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Thread: http://www.youtube.com/watch?v=BqpBT6-3-oo

  1. #11
    Anthony Joseph
    Guest
    Quote Originally Posted by Frederick Burrell View Post
    Great synopsis Anthony Joseph and I agree. Now to put together a reliable certificate of acceptance, adding in the things you have brought forward. Great. fB
    Here is a first draft sample:

    NOTICE AND CERTIFICATE OF ACKNOWLEDGMENT_sani.doc

  2. #12
    RE: "Get Clear Title - Accept the Warranty Deed " Title of video. Results still being tested

    http://<a href="http://www.youtube.c...qpBT6-3-oo</a>
    Interesting video with an easy to follow process for getting the deed to you property, free and clearl but as stated above this is still in the testing stages. Input is welcome fB

    fredrick - the link above is incomplete. Could you please provide a full one.

    Many Thanks.

    Dawgboy

  3. #13
    Quote Originally Posted by Dawgboy View Post
    RE: "Get Clear Title - Accept the Warranty Deed " Title of video. Results still being tested

    http://<a href="http://www.youtube.c...qpBT6-3-oo</a>
    Interesting video with an easy to follow process for getting the deed to you property, free and clearl but as stated above this is still in the testing stages. Input is welcome fB

    fredrick - the link above is incomplete. Could you please provide a full one.

    Many Thanks.

    Dawgboy
    Here is the link copied directly from my browser, I hope it works for you.

    I loaded the Youtube page and copied the address so it should be working

    http://www.youtube.com/watch?v=BqpBT6-3-oo

    fB

  4. #14
    I’m having only one issue with Robb’s land ownership.

    Sure you can go in and acknowledge the deed but it still does not change anything on the deed in fee simple. You’re the owner but still liable for the property tax. If that’s what you trying to diminish the property tax, that’s not going to happen.

    Here’s what I mean.

    In English law, a fee simple (or fee simple absolute) is an estate in land, a form of freehold ownership. It is the most common way that real estate is owned in common law countries, and is ordinarily the most complete ownership interest that can be had in real property short of allodial title, which is often reserved for governments.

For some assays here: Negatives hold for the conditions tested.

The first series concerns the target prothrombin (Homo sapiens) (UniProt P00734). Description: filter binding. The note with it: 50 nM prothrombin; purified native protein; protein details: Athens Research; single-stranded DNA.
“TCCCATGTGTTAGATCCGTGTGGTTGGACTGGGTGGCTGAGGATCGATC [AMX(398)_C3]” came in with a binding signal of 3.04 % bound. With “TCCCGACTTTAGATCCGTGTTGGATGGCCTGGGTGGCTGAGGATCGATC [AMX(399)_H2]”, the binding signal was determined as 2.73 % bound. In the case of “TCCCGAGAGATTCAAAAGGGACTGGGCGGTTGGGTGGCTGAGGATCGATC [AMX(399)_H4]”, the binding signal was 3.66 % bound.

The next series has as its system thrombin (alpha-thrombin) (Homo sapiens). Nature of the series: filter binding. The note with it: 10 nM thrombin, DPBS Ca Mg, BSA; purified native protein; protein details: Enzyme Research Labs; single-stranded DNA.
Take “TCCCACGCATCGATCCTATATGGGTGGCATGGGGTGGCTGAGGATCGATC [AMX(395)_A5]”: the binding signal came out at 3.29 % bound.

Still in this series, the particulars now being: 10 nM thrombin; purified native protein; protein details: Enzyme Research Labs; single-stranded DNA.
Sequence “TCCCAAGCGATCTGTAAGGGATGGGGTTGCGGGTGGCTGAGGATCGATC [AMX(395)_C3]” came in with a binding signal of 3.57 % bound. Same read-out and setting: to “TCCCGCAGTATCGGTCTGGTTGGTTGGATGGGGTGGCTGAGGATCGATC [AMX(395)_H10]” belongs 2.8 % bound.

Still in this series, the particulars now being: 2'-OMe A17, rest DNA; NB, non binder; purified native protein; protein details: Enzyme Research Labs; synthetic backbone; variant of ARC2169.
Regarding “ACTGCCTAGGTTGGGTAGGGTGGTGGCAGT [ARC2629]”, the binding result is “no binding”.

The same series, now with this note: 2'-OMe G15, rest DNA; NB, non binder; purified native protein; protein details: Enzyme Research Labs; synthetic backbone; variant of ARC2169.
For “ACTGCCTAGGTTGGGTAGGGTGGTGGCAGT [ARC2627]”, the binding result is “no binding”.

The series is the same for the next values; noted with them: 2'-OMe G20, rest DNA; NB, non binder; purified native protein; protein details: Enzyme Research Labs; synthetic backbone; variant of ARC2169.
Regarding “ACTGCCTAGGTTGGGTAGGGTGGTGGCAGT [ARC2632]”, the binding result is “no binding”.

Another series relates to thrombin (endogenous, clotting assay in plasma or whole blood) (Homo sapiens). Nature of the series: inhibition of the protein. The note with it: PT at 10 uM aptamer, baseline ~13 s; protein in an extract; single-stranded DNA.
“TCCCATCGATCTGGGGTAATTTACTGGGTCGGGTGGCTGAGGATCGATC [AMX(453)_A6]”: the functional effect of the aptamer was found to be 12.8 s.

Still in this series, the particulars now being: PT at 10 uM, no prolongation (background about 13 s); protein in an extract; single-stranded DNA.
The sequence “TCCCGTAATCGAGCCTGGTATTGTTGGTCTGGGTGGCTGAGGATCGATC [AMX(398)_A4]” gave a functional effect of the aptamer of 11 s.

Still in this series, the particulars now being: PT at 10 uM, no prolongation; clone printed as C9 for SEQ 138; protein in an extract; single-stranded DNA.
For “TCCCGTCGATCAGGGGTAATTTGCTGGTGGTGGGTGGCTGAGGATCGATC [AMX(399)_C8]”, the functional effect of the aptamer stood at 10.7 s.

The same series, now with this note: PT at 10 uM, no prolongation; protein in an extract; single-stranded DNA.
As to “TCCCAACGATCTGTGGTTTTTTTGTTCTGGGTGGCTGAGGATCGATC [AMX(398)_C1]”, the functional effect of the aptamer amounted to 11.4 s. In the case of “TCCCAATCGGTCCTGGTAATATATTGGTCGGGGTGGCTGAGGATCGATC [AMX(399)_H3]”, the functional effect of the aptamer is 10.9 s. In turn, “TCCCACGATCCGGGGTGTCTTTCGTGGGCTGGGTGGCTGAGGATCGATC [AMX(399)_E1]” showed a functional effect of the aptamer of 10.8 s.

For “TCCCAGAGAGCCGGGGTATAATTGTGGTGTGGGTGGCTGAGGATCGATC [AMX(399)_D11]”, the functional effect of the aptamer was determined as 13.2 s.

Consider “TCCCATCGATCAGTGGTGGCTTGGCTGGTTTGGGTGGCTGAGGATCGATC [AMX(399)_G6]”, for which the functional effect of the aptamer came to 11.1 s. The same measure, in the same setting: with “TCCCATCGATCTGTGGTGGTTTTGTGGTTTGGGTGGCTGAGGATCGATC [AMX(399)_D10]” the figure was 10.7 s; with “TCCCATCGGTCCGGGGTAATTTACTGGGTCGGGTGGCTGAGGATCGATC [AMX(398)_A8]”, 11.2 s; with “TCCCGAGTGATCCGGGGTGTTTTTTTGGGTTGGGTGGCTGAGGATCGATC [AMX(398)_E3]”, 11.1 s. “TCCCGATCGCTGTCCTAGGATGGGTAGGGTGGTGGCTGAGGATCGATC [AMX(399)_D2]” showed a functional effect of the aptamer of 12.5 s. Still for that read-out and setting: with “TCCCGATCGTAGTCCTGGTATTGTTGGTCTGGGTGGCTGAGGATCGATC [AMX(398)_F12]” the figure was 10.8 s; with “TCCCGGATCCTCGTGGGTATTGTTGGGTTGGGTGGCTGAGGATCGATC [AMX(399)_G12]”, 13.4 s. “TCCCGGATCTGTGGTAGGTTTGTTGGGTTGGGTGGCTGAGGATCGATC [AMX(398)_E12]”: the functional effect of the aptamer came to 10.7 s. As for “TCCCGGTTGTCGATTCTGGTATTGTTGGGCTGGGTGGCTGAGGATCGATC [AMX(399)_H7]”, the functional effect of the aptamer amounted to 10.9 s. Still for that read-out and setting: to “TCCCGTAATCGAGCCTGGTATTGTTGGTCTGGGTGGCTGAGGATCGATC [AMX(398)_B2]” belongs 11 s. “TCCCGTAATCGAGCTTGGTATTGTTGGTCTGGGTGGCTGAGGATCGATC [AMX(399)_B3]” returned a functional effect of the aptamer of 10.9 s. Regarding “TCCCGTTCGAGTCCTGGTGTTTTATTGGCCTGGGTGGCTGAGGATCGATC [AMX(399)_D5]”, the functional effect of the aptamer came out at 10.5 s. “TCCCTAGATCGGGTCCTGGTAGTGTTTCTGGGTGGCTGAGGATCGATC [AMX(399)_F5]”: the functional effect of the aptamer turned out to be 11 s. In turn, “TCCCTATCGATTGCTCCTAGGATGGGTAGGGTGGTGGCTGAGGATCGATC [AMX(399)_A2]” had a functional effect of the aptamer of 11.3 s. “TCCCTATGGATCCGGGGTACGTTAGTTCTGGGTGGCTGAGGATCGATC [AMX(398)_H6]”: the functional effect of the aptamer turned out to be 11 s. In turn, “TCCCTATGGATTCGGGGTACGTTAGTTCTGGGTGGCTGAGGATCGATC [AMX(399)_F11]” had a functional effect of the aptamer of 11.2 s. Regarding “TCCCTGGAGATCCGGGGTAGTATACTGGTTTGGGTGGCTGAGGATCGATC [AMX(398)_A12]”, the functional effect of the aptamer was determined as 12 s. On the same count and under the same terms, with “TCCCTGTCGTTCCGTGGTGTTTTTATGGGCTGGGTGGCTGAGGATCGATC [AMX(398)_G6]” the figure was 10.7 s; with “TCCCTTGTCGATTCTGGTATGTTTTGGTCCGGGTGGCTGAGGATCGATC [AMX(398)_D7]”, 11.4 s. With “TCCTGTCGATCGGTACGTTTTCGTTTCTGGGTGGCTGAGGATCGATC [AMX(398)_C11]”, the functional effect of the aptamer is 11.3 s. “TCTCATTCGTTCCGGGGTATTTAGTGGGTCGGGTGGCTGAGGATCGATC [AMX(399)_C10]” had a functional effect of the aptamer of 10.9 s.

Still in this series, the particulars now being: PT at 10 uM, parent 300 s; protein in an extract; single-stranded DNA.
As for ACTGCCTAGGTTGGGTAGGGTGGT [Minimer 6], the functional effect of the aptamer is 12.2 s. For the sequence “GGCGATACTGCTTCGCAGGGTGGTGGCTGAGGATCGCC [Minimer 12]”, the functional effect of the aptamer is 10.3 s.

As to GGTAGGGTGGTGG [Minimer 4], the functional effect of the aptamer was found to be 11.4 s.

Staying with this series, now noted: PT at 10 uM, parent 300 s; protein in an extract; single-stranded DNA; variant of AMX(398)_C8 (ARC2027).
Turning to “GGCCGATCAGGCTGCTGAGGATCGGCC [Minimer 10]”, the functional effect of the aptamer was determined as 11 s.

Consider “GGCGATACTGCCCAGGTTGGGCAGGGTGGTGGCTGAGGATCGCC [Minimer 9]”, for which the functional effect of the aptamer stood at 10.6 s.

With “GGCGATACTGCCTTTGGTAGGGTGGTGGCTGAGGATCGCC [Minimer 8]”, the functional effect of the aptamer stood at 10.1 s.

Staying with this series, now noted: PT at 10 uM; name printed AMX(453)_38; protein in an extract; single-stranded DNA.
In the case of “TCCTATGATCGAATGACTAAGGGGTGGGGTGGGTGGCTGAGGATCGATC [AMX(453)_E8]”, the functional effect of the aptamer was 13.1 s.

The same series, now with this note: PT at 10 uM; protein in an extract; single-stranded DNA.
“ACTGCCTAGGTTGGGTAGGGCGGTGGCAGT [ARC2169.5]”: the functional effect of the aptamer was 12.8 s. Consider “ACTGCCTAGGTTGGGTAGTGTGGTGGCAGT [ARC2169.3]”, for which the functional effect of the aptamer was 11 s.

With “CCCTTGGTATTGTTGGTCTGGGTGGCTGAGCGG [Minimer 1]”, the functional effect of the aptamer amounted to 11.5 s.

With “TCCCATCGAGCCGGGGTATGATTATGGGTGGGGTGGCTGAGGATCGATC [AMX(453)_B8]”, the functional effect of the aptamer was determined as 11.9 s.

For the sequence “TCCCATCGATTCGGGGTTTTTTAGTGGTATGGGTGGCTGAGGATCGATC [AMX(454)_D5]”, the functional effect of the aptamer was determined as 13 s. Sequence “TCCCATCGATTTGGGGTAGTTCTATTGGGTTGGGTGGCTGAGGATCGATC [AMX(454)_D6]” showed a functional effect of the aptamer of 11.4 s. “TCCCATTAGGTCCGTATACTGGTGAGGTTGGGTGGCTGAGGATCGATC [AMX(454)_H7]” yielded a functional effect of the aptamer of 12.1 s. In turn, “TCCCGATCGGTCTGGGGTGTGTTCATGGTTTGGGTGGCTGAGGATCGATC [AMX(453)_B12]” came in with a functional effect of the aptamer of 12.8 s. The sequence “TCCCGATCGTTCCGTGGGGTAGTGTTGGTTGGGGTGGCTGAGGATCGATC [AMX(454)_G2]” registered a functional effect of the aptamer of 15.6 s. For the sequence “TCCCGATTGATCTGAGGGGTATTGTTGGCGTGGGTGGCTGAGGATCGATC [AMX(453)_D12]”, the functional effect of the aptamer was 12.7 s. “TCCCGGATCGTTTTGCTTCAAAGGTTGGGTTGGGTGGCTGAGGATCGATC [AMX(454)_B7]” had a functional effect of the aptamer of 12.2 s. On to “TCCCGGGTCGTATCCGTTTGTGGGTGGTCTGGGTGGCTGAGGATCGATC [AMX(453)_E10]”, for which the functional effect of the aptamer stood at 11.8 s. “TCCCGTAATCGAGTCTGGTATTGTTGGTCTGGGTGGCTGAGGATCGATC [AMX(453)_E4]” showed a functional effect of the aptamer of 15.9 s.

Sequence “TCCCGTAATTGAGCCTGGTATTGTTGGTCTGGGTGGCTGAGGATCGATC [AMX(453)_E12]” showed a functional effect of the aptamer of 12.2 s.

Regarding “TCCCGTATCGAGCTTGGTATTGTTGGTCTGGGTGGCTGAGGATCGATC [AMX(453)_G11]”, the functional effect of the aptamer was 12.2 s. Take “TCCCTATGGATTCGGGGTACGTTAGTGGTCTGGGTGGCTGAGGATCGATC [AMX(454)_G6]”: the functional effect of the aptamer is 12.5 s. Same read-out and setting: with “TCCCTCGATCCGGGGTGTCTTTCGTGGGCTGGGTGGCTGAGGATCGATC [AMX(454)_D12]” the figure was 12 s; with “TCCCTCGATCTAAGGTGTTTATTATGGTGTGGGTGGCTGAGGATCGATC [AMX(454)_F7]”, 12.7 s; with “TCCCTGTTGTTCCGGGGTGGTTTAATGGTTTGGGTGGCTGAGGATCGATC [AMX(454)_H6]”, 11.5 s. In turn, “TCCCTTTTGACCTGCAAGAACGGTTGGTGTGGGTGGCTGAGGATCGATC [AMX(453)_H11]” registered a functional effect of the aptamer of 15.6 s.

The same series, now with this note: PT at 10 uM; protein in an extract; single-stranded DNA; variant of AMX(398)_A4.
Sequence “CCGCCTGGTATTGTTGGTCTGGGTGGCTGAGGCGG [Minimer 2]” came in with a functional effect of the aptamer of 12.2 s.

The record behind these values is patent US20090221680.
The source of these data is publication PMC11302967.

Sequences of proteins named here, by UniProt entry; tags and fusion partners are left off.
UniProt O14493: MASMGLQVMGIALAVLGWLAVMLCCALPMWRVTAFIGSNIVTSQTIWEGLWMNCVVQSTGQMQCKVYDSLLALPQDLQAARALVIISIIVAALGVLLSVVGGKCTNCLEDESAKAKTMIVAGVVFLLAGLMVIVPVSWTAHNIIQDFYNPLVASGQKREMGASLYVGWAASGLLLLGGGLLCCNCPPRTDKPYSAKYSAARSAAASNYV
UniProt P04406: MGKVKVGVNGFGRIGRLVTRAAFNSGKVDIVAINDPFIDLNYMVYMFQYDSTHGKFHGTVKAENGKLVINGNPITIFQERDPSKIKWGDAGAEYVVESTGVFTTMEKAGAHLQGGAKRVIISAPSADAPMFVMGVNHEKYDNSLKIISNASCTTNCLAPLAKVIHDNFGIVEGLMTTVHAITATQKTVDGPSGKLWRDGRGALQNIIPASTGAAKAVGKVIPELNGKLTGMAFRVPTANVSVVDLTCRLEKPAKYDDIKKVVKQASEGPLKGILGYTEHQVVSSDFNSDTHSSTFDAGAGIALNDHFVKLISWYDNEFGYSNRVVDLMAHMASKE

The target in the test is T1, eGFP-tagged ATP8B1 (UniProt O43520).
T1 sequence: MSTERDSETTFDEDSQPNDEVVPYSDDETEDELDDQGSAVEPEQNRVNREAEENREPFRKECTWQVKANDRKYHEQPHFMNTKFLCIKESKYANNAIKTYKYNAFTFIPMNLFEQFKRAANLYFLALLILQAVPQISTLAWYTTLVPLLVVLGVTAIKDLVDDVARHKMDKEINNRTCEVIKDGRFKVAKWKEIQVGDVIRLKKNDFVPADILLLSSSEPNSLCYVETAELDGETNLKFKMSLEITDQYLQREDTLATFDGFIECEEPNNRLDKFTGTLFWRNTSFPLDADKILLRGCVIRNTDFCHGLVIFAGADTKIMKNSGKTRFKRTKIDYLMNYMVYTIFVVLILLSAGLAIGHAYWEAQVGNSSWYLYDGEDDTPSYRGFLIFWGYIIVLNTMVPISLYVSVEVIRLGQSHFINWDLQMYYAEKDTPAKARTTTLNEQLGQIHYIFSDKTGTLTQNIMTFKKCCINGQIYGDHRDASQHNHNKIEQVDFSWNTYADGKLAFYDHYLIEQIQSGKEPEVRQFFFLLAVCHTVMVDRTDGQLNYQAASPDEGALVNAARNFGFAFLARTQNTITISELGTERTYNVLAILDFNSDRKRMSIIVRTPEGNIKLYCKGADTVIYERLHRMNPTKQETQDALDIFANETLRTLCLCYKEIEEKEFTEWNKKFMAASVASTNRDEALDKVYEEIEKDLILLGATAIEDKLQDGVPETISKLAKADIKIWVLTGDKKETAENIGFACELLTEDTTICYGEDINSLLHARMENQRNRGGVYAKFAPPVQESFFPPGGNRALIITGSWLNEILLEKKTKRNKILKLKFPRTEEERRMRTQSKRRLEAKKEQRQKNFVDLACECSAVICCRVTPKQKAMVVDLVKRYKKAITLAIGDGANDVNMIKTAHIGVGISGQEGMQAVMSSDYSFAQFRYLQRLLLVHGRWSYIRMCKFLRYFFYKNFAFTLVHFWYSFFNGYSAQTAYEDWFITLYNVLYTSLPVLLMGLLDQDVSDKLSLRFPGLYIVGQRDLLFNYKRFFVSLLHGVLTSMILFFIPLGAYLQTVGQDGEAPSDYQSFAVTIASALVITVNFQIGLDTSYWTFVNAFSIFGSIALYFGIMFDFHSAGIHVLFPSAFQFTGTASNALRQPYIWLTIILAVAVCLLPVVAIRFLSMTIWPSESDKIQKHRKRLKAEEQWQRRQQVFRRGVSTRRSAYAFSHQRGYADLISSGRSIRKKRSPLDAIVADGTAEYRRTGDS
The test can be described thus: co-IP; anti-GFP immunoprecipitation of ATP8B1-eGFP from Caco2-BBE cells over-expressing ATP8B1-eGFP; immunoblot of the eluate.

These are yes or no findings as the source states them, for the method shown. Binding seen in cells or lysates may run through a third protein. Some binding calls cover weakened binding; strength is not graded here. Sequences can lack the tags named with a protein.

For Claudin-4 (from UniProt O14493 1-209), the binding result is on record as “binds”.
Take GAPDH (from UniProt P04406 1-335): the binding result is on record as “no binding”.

Fee simple ownership represents absolute ownership of real property but it is limited by the four basic government powers of taxation, eminent domain, police power, and escheat, and it could also be limited by certain encumbrances or a condition in the deed.

    How ownership is limited by these government powers often involves the shift from allodial title to fee simple such as when uniting with other property owners acceding to property restrictions or municipal regulation.

    In the United States, fee simple owners are subject to property tax and other assessments for items such as roads and water/sewer improvements on the land.

    Freehold: Then what freehold land states: In certain jurisdictions, including England and Scotland, a freehold (also called frank-tenement and franktenement) is the ownership of real property, being the land and all immovable structures attached to such land. This is opposed to a leasehold in which the property reverts to the owner of the land after the lease period has expired

    Leasehold: A leasehold thus differs from a freehold or fee simple where the ownership of a property is purchased outright and thereafter held for an indeterminate length of time, and also differs from a tenancy where a property is let (rented) on a periodic basis such as weekly or monthly.

    Allodial title constitutes ownership of real property (land, buildings and fixtures) that is independent of any superior landlord, but it should not be confused with anarchy as the owner of allodial land is not independent of his sovereign. In common legal use, allodial title is used to distinguish absolute ownership of land by individuals from feudal ownership, where property ownership is dependent on relationship to a lord or the sovereign.

    In particular, land is said to be "held of the Crown" in England and Wales and the Commonwealth realms. In England, there is no allodial land, all land being held of the Crown; in the United States, all land is subject to eminent domain by the federal government, and subject to the imposition of taxes by state and/or local governments, and there is thus no true allodial land.

    I never though I would ever back up a opinion but this makes sense,

    The Constitution nowhere empowers the federal government to practice eminent domain. That is, nowhere in the Constitution is that power granted in the first place. Nor does the Constitution anywhere say that people hold their property by fee simple and not allodial title.